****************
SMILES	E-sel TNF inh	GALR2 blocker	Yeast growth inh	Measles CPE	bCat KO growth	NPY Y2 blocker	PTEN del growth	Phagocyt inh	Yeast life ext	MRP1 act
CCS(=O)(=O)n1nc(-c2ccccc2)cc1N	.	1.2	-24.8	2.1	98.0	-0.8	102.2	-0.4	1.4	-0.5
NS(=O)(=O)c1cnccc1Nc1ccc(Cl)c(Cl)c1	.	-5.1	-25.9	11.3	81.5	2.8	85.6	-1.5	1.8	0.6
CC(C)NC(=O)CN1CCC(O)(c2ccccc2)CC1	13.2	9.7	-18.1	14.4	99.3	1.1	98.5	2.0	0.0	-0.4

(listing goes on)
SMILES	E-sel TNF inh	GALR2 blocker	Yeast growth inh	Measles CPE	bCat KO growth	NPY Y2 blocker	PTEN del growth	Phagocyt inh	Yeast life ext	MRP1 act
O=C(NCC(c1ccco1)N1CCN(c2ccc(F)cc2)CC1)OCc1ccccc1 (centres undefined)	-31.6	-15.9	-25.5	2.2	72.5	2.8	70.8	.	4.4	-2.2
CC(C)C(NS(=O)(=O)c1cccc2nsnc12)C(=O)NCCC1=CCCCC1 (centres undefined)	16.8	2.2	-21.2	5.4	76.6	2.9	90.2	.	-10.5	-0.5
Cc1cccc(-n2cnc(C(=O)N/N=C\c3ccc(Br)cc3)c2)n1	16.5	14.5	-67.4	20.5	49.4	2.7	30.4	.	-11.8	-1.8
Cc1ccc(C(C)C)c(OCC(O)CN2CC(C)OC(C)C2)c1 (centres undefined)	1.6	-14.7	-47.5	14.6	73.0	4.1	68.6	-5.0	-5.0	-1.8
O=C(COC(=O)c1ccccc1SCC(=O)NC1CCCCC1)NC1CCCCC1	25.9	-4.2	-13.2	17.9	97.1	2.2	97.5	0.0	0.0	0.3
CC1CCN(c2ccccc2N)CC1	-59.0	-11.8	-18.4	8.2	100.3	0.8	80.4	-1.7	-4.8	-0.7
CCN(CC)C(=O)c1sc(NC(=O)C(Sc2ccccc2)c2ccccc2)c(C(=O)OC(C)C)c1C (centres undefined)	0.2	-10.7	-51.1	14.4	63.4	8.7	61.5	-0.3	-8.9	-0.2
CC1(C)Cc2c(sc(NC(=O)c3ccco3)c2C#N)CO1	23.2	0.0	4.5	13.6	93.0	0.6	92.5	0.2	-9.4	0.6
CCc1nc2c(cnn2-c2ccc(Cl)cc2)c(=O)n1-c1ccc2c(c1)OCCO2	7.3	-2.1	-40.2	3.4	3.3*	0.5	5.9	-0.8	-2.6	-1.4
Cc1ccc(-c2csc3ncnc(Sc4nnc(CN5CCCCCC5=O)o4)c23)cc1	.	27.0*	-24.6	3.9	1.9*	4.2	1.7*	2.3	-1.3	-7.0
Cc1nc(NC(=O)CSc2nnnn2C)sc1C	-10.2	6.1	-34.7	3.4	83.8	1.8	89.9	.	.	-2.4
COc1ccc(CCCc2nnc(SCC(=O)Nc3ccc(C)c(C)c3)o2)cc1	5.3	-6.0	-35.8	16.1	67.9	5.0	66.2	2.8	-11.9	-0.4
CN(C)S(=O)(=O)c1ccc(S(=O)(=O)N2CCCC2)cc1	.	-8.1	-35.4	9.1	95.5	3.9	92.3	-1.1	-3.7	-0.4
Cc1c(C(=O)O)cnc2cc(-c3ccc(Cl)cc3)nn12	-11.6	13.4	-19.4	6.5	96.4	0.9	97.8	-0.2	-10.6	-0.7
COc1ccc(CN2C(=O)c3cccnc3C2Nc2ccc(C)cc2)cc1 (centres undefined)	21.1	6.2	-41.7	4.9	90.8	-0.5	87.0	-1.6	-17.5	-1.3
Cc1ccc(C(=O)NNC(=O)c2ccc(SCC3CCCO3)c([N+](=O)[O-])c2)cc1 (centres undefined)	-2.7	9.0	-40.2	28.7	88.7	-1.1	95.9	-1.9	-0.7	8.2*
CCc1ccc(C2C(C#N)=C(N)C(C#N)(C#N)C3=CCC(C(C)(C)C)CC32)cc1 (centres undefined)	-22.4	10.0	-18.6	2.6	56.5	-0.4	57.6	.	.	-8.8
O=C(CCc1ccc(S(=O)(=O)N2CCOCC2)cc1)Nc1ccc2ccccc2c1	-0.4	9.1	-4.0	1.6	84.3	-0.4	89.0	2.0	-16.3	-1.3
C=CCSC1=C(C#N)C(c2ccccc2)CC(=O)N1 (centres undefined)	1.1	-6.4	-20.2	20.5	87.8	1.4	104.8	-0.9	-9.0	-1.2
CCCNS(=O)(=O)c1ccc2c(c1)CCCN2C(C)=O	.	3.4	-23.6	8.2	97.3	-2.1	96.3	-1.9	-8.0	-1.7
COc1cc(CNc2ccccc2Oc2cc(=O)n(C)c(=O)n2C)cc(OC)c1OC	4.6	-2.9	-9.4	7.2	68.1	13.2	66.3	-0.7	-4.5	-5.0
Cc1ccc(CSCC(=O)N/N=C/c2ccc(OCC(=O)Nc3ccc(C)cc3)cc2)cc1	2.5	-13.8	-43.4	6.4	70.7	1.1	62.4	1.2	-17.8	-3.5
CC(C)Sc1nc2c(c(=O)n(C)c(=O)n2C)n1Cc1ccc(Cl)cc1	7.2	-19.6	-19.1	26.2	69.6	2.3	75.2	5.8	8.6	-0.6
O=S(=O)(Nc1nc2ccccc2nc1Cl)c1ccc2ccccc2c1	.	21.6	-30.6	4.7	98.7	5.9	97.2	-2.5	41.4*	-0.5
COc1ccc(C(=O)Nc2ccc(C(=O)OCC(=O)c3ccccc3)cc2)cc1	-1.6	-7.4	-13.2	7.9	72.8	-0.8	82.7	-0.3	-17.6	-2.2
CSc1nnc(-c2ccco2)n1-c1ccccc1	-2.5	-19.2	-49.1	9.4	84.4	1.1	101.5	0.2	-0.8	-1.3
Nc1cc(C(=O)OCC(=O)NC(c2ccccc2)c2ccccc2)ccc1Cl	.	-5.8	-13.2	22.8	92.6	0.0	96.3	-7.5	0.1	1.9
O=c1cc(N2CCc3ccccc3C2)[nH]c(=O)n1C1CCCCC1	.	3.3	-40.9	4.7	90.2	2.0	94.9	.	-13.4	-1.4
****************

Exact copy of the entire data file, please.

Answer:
SMILES	E-sel TNF inh	GALR2 blocker	Yeast growth inh	Measles CPE	bCat KO growth	NPY Y2 blocker	PTEN del growth	Phagocyt inh	Yeast life ext	MRP1 act
CCS(=O)(=O)n1nc(-c2ccccc2)cc1N	.	1.2	-24.8	2.1	98.0	-0.8	102.2	-0.4	1.4	-0.5
NS(=O)(=O)c1cnccc1Nc1ccc(Cl)c(Cl)c1	.	-5.1	-25.9	11.3	81.5	2.8	85.6	-1.5	1.8	0.6
CC(C)NC(=O)CN1CCC(O)(c2ccccc2)CC1	13.2	9.7	-18.1	14.4	99.3	1.1	98.5	2.0	0.0	-0.4

(listing goes on)
SMILES	E-sel TNF inh	GALR2 blocker	Yeast growth inh	Measles CPE	bCat KO growth	NPY Y2 blocker	PTEN del growth	Phagocyt inh	Yeast life ext	MRP1 act
O=C(NCC(c1ccco1)N1CCN(c2ccc(F)cc2)CC1)OCc1ccccc1 (centres undefined)	-31.6	-15.9	-25.5	2.2	72.5	2.8	70.8	.	4.4	-2.2
CC(C)C(NS(=O)(=O)c1cccc2nsnc12)C(=O)NCCC1=CCCCC1 (centres undefined)	16.8	2.2	-21.2	5.4	76.6	2.9	90.2	.	-10.5	-0.5
Cc1cccc(-n2cnc(C(=O)N/N=C\c3ccc(Br)cc3)c2)n1	16.5	14.5	-67.4	20.5	49.4	2.7	30.4	.	-11.8	-1.8
Cc1ccc(C(C)C)c(OCC(O)CN2CC(C)OC(C)C2)c1 (centres undefined)	1.6	-14.7	-47.5	14.6	73.0	4.1	68.6	-5.0	-5.0	-1.8
O=C(COC(=O)c1ccccc1SCC(=O)NC1CCCCC1)NC1CCCCC1	25.9	-4.2	-13.2	17.9	97.1	2.2	97.5	0.0	0.0	0.3
CC1CCN(c2ccccc2N)CC1	-59.0	-11.8	-18.4	8.2	100.3	0.8	80.4	-1.7	-4.8	-0.7
CCN(CC)C(=O)c1sc(NC(=O)C(Sc2ccccc2)c2ccccc2)c(C(=O)OC(C)C)c1C (centres undefined)	0.2	-10.7	-51.1	14.4	63.4	8.7	61.5	-0.3	-8.9	-0.2
CC1(C)Cc2c(sc(NC(=O)c3ccco3)c2C#N)CO1	23.2	0.0	4.5	13.6	93.0	0.6	92.5	0.2	-9.4	0.6
CCc1nc2c(cnn2-c2ccc(Cl)cc2)c(=O)n1-c1ccc2c(c1)OCCO2	7.3	-2.1	-40.2	3.4	3.3*	0.5	5.9	-0.8	-2.6	-1.4
Cc1ccc(-c2csc3ncnc(Sc4nnc(CN5CCCCCC5=O)o4)c23)cc1	.	27.0*	-24.6	3.9	1.9*	4.2	1.7*	2.3	-1.3	-7.0
Cc1nc(NC(=O)CSc2nnnn2C)sc1C	-10.2	6.1	-34.7	3.4	83.8	1.8	89.9	.	.	-2.4
COc1ccc(CCCc2nnc(SCC(=O)Nc3ccc(C)c(C)c3)o2)cc1	5.3	-6.0	-35.8	16.1	67.9	5.0	66.2	2.8	-11.9	-0.4
CN(C)S(=O)(=O)c1ccc(S(=O)(=O)N2CCCC2)cc1	.	-8.1	-35.4	9.1	95.5	3.9	92.3	-1.1	-3.7	-0.4
Cc1c(C(=O)O)cnc2cc(-c3ccc(Cl)cc3)nn12	-11.6	13.4	-19.4	6.5	96.4	0.9	97.8	-0.2	-10.6	-0.7
COc1ccc(CN2C(=O)c3cccnc3C2Nc2ccc(C)cc2)cc1 (centres undefined)	21.1	6.2	-41.7	4.9	90.8	-0.5	87.0	-1.6	-17.5	-1.3
Cc1ccc(C(=O)NNC(=O)c2ccc(SCC3CCCO3)c([N+](=O)[O-])c2)cc1 (centres undefined)	-2.7	9.0	-40.2	28.7	88.7	-1.1	95.9	-1.9	-0.7	8.2*
CCc1ccc(C2C(C#N)=C(N)C(C#N)(C#N)C3=CCC(C(C)(C)C)CC32)cc1 (centres undefined)	-22.4	10.0	-18.6	2.6	56.5	-0.4	57.6	.	.	-8.8
O=C(CCc1ccc(S(=O)(=O)N2CCOCC2)cc1)Nc1ccc2ccccc2c1	-0.4	9.1	-4.0	1.6	84.3	-0.4	89.0	2.0	-16.3	-1.3
C=CCSC1=C(C#N)C(c2ccccc2)CC(=O)N1 (centres undefined)	1.1	-6.4	-20.2	20.5	87.8	1.4	104.8	-0.9	-9.0	-1.2
CCCNS(=O)(=O)c1ccc2c(c1)CCCN2C(C)=O	.	3.4	-23.6	8.2	97.3	-2.1	96.3	-1.9	-8.0	-1.7
COc1cc(CNc2ccccc2Oc2cc(=O)n(C)c(=O)n2C)cc(OC)c1OC	4.6	-2.9	-9.4	7.2	68.1	13.2	66.3	-0.7	-4.5	-5.0
Cc1ccc(CSCC(=O)N/N=C/c2ccc(OCC(=O)Nc3ccc(C)cc3)cc2)cc1	2.5	-13.8	-43.4	6.4	70.7	1.1	62.4	1.2	-17.8	-3.5
CC(C)Sc1nc2c(c(=O)n(C)c(=O)n2C)n1Cc1ccc(Cl)cc1	7.2	-19.6	-19.1	26.2	69.6	2.3	75.2	5.8	8.6	-0.6
O=S(=O)(Nc1nc2ccccc2nc1Cl)c1ccc2ccccc2c1	.	21.6	-30.6	4.7	98.7	5.9	97.2	-2.5	41.4*	-0.5
COc1ccc(C(=O)Nc2ccc(C(=O)OCC(=O)c3ccccc3)cc2)cc1	-1.6	-7.4	-13.2	7.9	72.8	-0.8	82.7	-0.3	-17.6	-2.2
CSc1nnc(-c2ccco2)n1-c1ccccc1	-2.5	-19.2	-49.1	9.4	84.4	1.1	101.5	0.2	-0.8	-1.3
Nc1cc(C(=O)OCC(=O)NC(c2ccccc2)c2ccccc2)ccc1Cl	.	-5.8	-13.2	22.8	92.6	0.0	96.3	-7.5	0.1	1.9
O=c1cc(N2CCc3ccccc3C2)[nH]c(=O)n1C1CCCCC1	.	3.3	-40.9	4.7	90.2	2.0	94.9	.	-13.4	-1.4